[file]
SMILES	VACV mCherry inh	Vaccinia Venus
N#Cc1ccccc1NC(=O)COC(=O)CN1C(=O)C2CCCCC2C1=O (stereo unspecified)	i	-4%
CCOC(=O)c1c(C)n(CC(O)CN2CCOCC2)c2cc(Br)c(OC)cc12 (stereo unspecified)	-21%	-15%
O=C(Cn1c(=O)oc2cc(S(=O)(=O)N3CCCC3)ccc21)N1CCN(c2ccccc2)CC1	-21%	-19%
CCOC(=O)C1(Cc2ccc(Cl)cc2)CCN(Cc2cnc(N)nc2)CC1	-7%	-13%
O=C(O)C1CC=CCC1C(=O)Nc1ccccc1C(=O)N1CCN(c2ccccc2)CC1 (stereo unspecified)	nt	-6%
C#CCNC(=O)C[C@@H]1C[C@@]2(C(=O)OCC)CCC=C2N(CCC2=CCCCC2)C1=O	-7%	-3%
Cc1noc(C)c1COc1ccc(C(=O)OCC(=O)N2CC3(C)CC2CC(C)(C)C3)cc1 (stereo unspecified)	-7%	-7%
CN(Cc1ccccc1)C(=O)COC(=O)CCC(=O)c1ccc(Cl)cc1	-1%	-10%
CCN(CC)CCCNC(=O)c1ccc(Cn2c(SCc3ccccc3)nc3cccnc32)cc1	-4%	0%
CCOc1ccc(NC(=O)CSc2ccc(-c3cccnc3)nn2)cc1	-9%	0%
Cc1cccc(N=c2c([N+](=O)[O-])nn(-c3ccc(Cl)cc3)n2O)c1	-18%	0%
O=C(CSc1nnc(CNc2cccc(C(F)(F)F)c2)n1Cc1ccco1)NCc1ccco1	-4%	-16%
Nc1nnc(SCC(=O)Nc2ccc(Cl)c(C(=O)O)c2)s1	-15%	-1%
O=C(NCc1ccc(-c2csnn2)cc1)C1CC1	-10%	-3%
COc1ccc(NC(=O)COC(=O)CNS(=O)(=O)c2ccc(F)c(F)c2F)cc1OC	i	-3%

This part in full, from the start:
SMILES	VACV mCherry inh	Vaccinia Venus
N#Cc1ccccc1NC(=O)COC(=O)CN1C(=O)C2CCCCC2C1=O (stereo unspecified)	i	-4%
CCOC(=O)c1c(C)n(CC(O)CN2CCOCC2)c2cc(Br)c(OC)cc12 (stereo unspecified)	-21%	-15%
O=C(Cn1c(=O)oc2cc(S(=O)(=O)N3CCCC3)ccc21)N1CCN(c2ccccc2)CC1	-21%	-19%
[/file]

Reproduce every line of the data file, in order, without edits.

SMILES	VACV mCherry inh	Vaccinia Venus
N#Cc1ccccc1NC(=O)COC(=O)CN1C(=O)C2CCCCC2C1=O (stereo unspecified)	i	-4%
CCOC(=O)c1c(C)n(CC(O)CN2CCOCC2)c2cc(Br)c(OC)cc12 (stereo unspecified)	-21%	-15%
O=C(Cn1c(=O)oc2cc(S(=O)(=O)N3CCCC3)ccc21)N1CCN(c2ccccc2)CC1	-21%	-19%
CCOC(=O)C1(Cc2ccc(Cl)cc2)CCN(Cc2cnc(N)nc2)CC1	-7%	-13%
O=C(O)C1CC=CCC1C(=O)Nc1ccccc1C(=O)N1CCN(c2ccccc2)CC1 (stereo unspecified)	nt	-6%
C#CCNC(=O)C[C@@H]1C[C@@]2(C(=O)OCC)CCC=C2N(CCC2=CCCCC2)C1=O	-7%	-3%
Cc1noc(C)c1COc1ccc(C(=O)OCC(=O)N2CC3(C)CC2CC(C)(C)C3)cc1 (stereo unspecified)	-7%	-7%
CN(Cc1ccccc1)C(=O)COC(=O)CCC(=O)c1ccc(Cl)cc1	-1%	-10%
CCN(CC)CCCNC(=O)c1ccc(Cn2c(SCc3ccccc3)nc3cccnc32)cc1	-4%	0%
CCOc1ccc(NC(=O)CSc2ccc(-c3cccnc3)nn2)cc1	-9%	0%
Cc1cccc(N=c2c([N+](=O)[O-])nn(-c3ccc(Cl)cc3)n2O)c1	-18%	0%
O=C(CSc1nnc(CNc2cccc(C(F)(F)F)c2)n1Cc1ccco1)NCc1ccco1	-4%	-16%
Nc1nnc(SCC(=O)Nc2ccc(Cl)c(C(=O)O)c2)s1	-15%	-1%
O=C(NCc1ccc(-c2csnn2)cc1)C1CC1	-10%	-3%
COc1ccc(NC(=O)COC(=O)CNS(=O)(=O)c2ccc(F)c(F)c2F)cc1OC	i	-3%

This part in full, from the start:
SMILES	VACV mCherry inh	Vaccinia Venus
N#Cc1ccccc1NC(=O)COC(=O)CN1C(=O)C2CCCCC2C1=O (stereo unspecified)	i	-4%
CCOC(=O)c1c(C)n(CC(O)CN2CCOCC2)c2cc(Br)c(OC)cc12 (stereo unspecified)	-21%	-15%
O=C(Cn1c(=O)oc2cc(S(=O)(=O)N3CCCC3)ccc21)N1CCN(c2ccccc2)CC1	-21%	-19%